Major setback for Quinns as Anglo pair convicted
Bankers guilty over Maple 10 but cleared on Quinn loan charges
THE family of businessman Sean Quinn suffered a major setback in their €2.3bn claim against the State after two bankers were convicted of providing illegal loans to the so-called Maple 10 – but cleared of providing illegal loans to the Quinns.
The Quinns claim that loans given to them by the former Anglo Irish Bank, as Mr Quinn's "spectacular punt" on Anglo shares failed, are illegal.
But yesterday the family suffered a setback in their civil case after a jury at Dublin's Circuit Criminal Court said former Anglo directors Pat Whelan and William McAteer were not guilty of giving illegal loans to Mr Quinn's wife Patricia and their five adult children.
The Quinns have vowed to "go on with the show" after the biggest white-collar trial in Irish history.
Sean FitzPatrick, Anglo's former chairman, walked free from court on Wednesday after he was cleared by trial judge Martin Nolan of permitting unlawful loans to the Quinns.
He was also acquitted by the jury of permitting illegal loans to a wealthy group of borrowers known as the Maple 10.
The jury yesterday convicted Mr Whelan and Mr McAteer on 10 counts each of providing illegal loans to the Maple 10 to buy shares in the bank. The two face up to five years in prison when they are sentenced later this month.
A member of the Quinn family attended each day of the 11-week-long Anglo trial.
Last night, the Quinns – whose assets have been frozen – said that the information they have garnered will be of huge assistance to them in their forthcoming legal cases, expected to last nine months in the Commercial Court.
Their civil case against the IBRC (formerly Anglo), the Department of Finance, the Financial Regulator and the board of directors of Anglo Irish Bank has been on hold pending the trial.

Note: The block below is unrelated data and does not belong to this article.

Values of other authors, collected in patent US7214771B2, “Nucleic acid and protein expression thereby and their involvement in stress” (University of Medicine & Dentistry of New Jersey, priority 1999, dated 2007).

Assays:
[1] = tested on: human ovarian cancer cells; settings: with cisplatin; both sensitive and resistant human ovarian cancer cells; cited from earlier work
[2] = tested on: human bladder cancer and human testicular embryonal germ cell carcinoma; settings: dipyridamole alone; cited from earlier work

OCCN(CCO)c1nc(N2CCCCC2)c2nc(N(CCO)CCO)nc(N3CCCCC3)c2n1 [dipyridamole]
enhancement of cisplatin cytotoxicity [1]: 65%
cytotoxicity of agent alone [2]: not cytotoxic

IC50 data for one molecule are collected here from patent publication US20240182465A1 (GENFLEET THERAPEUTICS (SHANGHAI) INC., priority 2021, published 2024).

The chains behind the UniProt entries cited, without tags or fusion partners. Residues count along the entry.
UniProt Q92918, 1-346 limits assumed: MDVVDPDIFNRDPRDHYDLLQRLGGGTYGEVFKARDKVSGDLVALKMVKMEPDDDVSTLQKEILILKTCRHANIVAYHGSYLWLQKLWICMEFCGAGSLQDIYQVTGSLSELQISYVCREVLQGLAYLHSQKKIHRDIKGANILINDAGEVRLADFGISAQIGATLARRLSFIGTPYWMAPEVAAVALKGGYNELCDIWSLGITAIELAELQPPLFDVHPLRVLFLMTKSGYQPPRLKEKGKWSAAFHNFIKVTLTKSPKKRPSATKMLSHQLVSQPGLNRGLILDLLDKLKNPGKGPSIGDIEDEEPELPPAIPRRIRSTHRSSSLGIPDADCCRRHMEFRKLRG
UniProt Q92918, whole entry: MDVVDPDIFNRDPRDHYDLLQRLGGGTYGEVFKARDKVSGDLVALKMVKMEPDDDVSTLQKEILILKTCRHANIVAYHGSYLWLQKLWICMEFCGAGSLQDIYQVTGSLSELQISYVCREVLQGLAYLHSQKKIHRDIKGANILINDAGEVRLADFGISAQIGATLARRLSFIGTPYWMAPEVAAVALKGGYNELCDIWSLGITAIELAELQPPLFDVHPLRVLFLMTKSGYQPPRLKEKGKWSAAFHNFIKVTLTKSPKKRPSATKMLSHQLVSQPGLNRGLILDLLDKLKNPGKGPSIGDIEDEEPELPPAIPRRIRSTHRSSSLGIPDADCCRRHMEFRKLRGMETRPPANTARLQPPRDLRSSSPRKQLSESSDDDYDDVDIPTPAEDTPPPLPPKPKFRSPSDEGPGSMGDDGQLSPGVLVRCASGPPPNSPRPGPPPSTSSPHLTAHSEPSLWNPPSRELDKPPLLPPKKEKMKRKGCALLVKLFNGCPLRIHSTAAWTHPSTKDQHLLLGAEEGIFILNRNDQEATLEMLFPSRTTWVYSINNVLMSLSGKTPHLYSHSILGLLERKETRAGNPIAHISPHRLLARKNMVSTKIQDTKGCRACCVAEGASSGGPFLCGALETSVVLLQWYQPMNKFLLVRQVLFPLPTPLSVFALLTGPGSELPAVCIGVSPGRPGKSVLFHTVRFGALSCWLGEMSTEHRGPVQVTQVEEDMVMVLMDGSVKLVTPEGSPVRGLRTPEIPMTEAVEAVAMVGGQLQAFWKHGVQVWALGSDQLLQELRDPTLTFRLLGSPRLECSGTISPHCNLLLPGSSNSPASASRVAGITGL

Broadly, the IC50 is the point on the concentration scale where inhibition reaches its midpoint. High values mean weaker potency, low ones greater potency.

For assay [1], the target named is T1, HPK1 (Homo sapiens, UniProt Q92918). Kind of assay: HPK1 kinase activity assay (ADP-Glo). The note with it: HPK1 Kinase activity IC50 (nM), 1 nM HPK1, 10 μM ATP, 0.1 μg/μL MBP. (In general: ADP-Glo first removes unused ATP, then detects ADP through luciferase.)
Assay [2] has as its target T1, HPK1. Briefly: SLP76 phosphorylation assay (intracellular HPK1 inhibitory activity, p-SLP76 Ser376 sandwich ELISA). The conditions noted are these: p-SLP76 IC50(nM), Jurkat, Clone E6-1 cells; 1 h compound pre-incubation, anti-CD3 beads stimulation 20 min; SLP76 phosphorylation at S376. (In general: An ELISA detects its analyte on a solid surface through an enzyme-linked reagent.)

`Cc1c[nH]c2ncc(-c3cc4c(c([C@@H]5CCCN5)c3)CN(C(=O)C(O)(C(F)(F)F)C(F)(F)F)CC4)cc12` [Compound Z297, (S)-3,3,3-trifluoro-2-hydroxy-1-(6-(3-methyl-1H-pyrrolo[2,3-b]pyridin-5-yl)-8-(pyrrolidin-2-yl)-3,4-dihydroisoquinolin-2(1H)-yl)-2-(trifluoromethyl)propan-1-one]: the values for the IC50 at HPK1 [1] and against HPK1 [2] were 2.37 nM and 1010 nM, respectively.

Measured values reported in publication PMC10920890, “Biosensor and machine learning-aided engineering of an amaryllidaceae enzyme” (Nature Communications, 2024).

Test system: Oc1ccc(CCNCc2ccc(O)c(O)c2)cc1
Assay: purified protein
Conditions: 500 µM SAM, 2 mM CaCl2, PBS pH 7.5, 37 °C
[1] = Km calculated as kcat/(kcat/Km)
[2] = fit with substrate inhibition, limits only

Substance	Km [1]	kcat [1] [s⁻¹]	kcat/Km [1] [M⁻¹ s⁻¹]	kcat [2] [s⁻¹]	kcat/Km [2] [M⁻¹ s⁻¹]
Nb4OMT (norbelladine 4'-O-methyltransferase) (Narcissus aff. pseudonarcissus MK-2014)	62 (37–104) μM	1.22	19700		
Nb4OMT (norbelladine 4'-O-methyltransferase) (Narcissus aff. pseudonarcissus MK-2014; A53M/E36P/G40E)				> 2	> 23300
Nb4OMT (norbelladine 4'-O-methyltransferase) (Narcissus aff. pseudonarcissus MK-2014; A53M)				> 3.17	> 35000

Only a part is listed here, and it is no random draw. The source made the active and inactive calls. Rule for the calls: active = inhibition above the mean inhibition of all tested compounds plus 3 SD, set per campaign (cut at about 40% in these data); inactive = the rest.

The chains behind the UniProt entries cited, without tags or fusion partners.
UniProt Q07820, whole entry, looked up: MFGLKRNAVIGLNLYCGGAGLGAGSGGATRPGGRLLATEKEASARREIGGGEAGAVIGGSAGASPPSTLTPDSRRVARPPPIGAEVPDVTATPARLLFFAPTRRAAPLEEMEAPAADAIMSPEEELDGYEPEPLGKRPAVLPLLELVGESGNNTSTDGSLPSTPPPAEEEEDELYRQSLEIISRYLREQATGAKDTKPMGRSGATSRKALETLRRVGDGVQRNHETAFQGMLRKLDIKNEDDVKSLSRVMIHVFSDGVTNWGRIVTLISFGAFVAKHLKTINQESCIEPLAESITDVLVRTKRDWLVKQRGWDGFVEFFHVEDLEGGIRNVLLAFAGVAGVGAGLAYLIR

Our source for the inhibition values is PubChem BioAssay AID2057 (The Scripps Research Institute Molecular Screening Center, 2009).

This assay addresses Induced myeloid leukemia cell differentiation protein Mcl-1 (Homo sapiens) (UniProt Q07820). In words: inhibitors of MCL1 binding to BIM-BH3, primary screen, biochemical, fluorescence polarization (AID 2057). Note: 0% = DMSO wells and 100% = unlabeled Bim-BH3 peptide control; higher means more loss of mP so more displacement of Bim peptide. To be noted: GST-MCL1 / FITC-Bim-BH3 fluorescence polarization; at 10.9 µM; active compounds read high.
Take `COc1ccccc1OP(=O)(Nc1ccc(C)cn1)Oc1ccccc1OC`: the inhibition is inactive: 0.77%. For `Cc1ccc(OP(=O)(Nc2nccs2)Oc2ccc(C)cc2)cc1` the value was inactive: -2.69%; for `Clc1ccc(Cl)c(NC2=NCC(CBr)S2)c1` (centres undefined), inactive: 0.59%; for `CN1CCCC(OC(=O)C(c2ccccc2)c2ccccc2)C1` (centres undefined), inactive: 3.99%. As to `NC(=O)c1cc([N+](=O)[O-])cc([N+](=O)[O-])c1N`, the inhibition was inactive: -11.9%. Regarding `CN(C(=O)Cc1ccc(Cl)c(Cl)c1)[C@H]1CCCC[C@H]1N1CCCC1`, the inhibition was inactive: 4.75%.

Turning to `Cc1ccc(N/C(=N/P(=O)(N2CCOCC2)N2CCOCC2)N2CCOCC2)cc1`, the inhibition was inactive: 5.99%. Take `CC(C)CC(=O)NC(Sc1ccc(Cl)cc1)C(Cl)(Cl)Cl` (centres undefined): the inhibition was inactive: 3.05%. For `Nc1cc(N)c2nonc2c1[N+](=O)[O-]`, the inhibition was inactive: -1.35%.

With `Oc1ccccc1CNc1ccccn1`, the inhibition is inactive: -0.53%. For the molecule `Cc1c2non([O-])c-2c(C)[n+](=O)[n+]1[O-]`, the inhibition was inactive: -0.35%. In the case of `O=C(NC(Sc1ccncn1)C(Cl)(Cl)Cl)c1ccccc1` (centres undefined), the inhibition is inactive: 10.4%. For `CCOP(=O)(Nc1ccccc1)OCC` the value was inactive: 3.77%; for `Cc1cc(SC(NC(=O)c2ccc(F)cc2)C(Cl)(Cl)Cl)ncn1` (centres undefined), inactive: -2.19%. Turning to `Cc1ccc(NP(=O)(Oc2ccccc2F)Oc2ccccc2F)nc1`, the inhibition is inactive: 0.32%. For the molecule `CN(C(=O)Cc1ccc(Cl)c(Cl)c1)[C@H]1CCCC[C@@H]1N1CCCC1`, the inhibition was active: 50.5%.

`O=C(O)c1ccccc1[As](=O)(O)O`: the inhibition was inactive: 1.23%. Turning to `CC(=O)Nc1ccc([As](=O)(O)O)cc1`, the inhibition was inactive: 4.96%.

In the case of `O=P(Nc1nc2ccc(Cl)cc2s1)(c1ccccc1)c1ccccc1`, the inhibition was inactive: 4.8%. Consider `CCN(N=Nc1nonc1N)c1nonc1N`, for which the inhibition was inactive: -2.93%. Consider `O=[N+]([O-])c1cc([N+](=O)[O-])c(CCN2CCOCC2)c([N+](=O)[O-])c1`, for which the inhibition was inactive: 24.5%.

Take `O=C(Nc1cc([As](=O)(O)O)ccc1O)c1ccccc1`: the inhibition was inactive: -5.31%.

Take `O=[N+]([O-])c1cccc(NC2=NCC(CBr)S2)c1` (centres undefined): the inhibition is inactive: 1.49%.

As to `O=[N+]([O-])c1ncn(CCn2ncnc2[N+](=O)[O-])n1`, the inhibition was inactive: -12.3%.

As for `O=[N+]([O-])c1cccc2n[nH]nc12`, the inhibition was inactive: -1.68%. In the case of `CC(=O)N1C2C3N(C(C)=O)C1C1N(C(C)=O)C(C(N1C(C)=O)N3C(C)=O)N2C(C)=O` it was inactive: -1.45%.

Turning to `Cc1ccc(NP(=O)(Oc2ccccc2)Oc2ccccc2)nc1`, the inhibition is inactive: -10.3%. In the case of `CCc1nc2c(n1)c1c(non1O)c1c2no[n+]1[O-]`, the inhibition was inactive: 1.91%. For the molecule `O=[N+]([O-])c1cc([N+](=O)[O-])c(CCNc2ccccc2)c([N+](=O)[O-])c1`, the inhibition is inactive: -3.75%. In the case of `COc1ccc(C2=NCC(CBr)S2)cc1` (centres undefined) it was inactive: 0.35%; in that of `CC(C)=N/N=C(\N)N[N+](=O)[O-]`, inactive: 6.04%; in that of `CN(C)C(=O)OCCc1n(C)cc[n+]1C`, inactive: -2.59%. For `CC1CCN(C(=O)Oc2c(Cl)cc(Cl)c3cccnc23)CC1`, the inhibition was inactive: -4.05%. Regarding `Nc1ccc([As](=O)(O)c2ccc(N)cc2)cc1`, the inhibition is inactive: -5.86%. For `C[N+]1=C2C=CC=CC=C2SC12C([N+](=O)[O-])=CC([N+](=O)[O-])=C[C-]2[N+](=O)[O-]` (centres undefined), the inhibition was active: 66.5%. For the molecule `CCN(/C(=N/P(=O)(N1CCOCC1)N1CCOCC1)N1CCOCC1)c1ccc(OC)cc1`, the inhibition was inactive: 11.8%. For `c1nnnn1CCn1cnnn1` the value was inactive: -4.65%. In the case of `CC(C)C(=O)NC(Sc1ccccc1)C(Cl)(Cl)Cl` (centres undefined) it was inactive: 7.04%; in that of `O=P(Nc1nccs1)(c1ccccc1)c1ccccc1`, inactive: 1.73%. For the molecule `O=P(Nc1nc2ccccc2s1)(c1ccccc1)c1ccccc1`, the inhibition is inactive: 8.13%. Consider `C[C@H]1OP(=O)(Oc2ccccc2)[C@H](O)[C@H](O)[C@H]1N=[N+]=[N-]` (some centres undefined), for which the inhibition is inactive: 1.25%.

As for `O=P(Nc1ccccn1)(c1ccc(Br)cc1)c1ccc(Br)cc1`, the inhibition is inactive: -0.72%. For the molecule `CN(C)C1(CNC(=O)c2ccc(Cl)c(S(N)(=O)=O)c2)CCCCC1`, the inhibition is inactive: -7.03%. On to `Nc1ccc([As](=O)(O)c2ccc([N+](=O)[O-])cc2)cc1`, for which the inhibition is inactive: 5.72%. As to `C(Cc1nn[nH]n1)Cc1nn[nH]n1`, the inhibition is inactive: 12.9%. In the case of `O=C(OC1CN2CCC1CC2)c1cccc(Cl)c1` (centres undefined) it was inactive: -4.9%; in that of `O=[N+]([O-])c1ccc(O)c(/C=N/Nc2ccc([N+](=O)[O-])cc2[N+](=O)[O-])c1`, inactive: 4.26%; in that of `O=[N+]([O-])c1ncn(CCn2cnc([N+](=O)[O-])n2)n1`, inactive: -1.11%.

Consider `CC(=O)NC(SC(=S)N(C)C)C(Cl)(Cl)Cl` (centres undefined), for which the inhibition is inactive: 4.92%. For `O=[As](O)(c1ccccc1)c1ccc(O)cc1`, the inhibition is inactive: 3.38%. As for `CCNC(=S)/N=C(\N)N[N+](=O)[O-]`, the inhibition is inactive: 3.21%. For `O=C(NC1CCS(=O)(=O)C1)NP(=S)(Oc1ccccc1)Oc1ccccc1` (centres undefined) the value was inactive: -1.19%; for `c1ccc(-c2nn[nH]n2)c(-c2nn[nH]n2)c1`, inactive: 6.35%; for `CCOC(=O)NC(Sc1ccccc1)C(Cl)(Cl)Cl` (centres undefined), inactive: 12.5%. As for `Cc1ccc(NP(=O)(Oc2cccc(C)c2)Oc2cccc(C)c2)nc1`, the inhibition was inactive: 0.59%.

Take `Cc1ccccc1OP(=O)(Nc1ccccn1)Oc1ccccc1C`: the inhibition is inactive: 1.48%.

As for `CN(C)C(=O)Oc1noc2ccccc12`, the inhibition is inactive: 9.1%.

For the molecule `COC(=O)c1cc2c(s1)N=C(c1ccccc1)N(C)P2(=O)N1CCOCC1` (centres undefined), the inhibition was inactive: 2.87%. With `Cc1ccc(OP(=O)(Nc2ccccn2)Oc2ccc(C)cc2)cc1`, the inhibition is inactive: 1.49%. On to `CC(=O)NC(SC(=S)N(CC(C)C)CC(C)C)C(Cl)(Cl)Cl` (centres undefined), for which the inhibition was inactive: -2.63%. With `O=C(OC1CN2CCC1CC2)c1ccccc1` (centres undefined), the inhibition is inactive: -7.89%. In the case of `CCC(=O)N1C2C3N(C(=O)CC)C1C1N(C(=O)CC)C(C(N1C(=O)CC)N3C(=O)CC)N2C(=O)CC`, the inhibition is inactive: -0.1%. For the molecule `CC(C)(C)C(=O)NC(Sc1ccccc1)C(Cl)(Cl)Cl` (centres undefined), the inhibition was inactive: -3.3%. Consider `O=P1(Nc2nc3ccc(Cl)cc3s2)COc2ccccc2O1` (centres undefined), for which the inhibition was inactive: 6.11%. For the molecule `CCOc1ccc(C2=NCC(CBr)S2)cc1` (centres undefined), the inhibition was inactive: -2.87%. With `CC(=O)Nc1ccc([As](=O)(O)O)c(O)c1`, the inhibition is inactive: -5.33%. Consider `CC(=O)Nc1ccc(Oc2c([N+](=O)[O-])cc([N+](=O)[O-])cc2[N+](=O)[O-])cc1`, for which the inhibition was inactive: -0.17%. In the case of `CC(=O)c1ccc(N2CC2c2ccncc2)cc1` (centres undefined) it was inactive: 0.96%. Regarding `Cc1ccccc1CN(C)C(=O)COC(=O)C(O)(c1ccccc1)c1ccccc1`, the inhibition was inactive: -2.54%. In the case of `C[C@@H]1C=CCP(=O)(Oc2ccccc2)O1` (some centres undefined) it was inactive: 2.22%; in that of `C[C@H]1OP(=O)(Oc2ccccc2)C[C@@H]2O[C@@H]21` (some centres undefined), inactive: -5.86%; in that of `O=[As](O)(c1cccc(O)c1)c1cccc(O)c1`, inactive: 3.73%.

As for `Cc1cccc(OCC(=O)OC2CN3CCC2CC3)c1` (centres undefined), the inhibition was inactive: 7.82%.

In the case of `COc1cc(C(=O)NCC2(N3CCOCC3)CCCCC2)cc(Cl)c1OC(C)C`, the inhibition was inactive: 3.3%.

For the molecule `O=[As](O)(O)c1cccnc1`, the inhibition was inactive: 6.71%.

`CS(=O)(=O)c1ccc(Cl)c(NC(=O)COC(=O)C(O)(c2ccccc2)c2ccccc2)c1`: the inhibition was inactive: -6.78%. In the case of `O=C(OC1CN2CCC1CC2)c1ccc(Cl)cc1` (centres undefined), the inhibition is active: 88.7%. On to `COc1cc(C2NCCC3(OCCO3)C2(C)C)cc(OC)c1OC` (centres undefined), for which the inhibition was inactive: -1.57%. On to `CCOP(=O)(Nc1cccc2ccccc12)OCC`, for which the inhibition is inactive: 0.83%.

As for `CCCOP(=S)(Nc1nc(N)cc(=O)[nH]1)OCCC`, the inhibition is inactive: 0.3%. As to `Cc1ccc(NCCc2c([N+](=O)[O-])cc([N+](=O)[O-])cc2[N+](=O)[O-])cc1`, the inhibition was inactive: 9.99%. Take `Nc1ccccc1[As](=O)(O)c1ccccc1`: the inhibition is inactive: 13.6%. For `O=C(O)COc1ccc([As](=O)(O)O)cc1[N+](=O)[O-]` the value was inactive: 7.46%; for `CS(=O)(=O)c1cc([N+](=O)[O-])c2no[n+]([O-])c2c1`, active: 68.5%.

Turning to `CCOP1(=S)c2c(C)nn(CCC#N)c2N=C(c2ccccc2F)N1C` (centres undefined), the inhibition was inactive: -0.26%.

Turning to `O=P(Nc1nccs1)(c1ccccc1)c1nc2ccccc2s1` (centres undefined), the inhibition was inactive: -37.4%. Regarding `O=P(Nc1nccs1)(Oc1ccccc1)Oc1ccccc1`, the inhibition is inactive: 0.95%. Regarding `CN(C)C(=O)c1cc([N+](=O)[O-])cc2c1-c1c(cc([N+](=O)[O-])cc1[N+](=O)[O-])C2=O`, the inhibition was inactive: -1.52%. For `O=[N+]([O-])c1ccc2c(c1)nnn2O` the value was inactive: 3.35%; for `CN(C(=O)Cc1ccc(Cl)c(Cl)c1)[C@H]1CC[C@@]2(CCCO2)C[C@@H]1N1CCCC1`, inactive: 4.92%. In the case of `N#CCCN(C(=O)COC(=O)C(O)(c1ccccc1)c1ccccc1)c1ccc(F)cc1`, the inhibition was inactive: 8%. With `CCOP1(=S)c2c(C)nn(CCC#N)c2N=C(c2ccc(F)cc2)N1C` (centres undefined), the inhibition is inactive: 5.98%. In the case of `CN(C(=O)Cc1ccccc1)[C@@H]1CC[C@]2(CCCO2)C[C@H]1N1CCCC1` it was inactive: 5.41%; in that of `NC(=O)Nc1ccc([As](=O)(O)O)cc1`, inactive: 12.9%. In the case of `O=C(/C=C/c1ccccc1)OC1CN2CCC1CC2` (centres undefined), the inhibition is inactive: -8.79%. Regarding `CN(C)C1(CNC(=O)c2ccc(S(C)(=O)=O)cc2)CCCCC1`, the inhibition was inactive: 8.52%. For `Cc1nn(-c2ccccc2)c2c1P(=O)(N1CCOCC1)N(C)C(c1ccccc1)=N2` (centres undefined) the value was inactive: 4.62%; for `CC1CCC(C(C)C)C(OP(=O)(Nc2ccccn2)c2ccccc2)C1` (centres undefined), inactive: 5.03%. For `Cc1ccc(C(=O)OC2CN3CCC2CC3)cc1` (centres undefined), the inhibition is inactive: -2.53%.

"As we are now in our fourth year since the invalid appointment of a share receiver to our companies, and the criminal trial has now concluded, we will now be looking for a hearing date as soon as possible," the family said in a statement.
Speaking to the Irish Independent, Mr Quinn's solicitor, son-in-law Niall McPartlin, said the family intended to "go on with the show".
The Quinn family will shortly seek an early trial date now that the Anglo trial is in its final stages. The jury returned the final verdicts against Mr Whelan and Mr McAteer after 16 hours and 53 minutes of deliberation over five days.
Although offered the option of a majority verdict, where at least 10 of the 12 jurors agree, the jury returned unanimous guilty verdicts on the Maple 10 loans.
On Wednesday the jury acquitted Mr FitzPatrick of all counts in relation to the Maple 10, who were described in a draft 2008 letter by Whelan as "heroes".
The Irish Independent has learned that in the wake of the Anglo trial, commercial and criminal lawyers have been inundated with queries from company directors who routinely take legal advice to ensure compliance with company law.
This is because trial judge Martin Nolan ruled that any legal advice obtained by Anglo in advance of the July 2008 deal was irrelevant and could not be considered by the jury.
The trial lasted 48 days and was a result of the biggest fraud investigation in Irish history. It was the first time anyone was tried for the offence and the first time an enlarged jury of 15 was used.
Judge Nolan thanked the jury for their verdicts and their service and told them they were a credit to the jury system.
He excused them from further service for 10 years and also thanked the three jurors who had started the trial before the final 12 were chosen.
Judge Nolan set a sentence date of April 28 next at 2pm and said he would be unlikely to give a decision that day – but would hear the evidence in the case.
McAteer and Whelan remain on continuing bail until the sentence date.
The Maple 10 deal was designed to unwind the 29.4pc control of the bank which Mr Quinn had built up through investment tools known as contracts for difference.
The 10 investors were loaned a total of €450m by Anglo to buy around 10pc of the shares which Mr Quinn controlled.
Mr Quinn's wife and five children were also loaned €169m to buy nearly 15pc of the stock.
Meanwhile, the trial heard, in the absence of the jury, that former Finance Minister Brian Lenihan did not give "benediction" or sanctify the lending scheme.
Kevin Cardiff, former secretary general at the Department of Finance, said he did ask the question "Is this legal?"
"Just to be clear, I had no role in giving benediction, nor did the minister," Mr Cardiff explained to Michael O'Higgins, SC, who was representing Mr FitzPatrick. "There was no benediction, nor could there be."
Mr Cardiff added that he did not believe the Financial Regulator would have brought the deal to the department if legal advice obtained by Anglo – but ruled irrelevant by the trial judge – had been negative.